It is known that applying pressure to a fluid will change its acoustic properties and that one can glean additional fluid property information from how rapidly these acoustic properties change with pressure. For example, reference may be had to a journal article entitled “Non-linear Ultrasonics to Determine Molecular Properties of Pure Liquids,” Sehgal, C. M., Ultrasonics Vol. 33, No. 2, 1995, pp 155-161. This article states that wave propagation through condensed media is fundamentally non-linear, and presents several relationships between fluid properties and the rate of change in the speed of sound with pressure.
What is needed is a technique to evaluate a formation fluid sample in situ that provides some of the analyses previously only available from a surface PVT lab.
Disclosed is an apparatus for evaluating a fluid sample, including: a tool adapted for insertion into a wellbore and receiving the fluid sample into a sample chamber, the sample chamber adapted for changing at least one of a pressure and a temperature of the fluid sample and including at least one acoustic transducer coupled to the sample chamber, the acoustic transducer for evaluating the fluid sample with at least one acoustic signal, the sample being in at least one of a pressurized state and a state including an adjusted temperature.
Also disclosed is a method for evaluating properties of a fluid sample, the method for disposing a tool into a wellbore; receiving the fluid sample into a sample chamber of the tool; changing a temperature of the fluid sample; transmitting at least one acoustic signal into the fluid sample; and analyzing the at least one acoustic signal to evaluate the properties of the fluid sample.
Further disclosed is a computer program product stored on machine readable media, the product including machine executable instructions for evaluating properties of a fluid sample in a downhole environment, by: changing at least one of a pressure and a temperature of the fluid sample within a sample chamber; transmitting at least one acoustic signal into the fluid sample; and analyzing the at least one acoustic signal according to the changing of the pressure and temperature to evaluate the properties of the fluid sample.
Examples of certain features of the invention have been summarized here rather broadly in order that the detailed description thereof that follows may be better understood and in order that the contributions they represent to the art may be appreciated. There are, of course, additional features of the invention that will be described hereinafter and which will form the subject of the claims appended hereto.
For detailed understanding of the present invention, references should be made to the following Detailed Description of the Invention, taken in conjunction with the accompanying drawings, in which like elements have been given like numerals, wherein:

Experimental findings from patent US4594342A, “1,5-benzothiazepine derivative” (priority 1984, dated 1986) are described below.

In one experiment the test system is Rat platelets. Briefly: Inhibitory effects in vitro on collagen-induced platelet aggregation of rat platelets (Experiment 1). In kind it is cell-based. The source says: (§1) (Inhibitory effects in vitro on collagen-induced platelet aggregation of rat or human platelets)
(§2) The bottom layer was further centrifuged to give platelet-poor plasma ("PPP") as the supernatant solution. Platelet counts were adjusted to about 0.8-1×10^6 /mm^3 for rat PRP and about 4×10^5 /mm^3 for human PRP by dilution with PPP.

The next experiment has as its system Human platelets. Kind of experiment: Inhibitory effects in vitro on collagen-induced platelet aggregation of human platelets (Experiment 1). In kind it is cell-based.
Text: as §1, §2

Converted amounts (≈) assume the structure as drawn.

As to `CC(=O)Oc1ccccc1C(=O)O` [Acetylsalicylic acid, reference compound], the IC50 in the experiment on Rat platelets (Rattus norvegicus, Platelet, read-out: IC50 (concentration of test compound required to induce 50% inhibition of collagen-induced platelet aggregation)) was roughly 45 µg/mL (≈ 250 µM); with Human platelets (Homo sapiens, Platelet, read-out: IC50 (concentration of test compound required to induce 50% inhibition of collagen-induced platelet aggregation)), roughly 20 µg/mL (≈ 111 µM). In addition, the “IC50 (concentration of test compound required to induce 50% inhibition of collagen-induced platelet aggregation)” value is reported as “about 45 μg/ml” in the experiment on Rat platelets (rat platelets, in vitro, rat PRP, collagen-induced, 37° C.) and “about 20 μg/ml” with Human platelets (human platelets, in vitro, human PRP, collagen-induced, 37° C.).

The detailed description explains the preferred embodiments of the invention, together with advantages and features, by way of example with reference to the drawings.
Turning now to
An exemplary embodiment of the sampling tool 20 is schematically illustrated by
In this embodiment, the formation fluid extractor 22 includes an extensible “suction” probe 27, which reduces the pressure slightly below formation pressure to allow formation fluid to flow into the probe 27. The probe 27 is opposed by borehole wall backup arms 28. Both the suction probe 27 and the backup arms 28 are hydraulically extensible to firmly engage the walls of the wellbore 11.
In some embodiments, at least one of the large volume pump 24, the small volume pump 25 and remote a supply of pressurized gas (not shown) provide pressure behind a piston enclosing the formation fluid sample in the at least one sample tank 30 when commanded. The pressure is typically called for once a sample has been collected and disposed within the sample tank 30. This gas cushion is much more compressible that the typical formation fluid so pressure of the formation fluid does not change as much with falling temperature as does the pressure of a liquid. In a container filled only with liquid, when the liquid shrinks slightly from falling temperatures, the pressure that the liquid exerts on its confining container drops dramatically. That is why a gas cushion is often used to maintain the liquid sample under pressure and in a single phase as the sample chamber is brought to the surface. A piston separates the gas cushion from any other fluids that are within the sample tank.
The teachings herein provide for use of at least one acoustic transducer in cooperation with the sampling tool 20. The at least one transducer provides for determination of acoustic properties of a sample, at a plurality of pressures, typically near the formation pressure. Determination of the acoustic properties provides for deriving other fluid properties from it's the measured acoustic properties. As techniques for pressurizing the sample tank 30 or other components of the sampling tool 20, as well as heating and cooling a sample, are known, these aspects of sample handling are not generally discussed further herein.
Although the teachings herein make reference to use of a sampling tool 20, it should be recognized that the techniques disclosed are not limited to use with a sampling tool 20. For example, a variety of tools may be used for retrieving samples from a wellbore. For example, tools referred to as testing tools, survey tools, pressure tools and other such tools may be used in support of the teachings herein. Any one of these and other similar tools may be construed to be a “tool” as used herein. Accordingly, the term “sampling tool 20” is merely illustrative and not limiting of the teachings herein.
Techniques are also known for determining at least a sample density using acoustic pulse decay. Reference may be had to U.S. Patent Application No.: 2005/0204808 entitled “Method and Apparatus for an Acoustic Pulse Decay Density Determination” by the applicant herein, and incorporated herein by reference in its entirety.
Turning now to the exemplary embodiment depicted in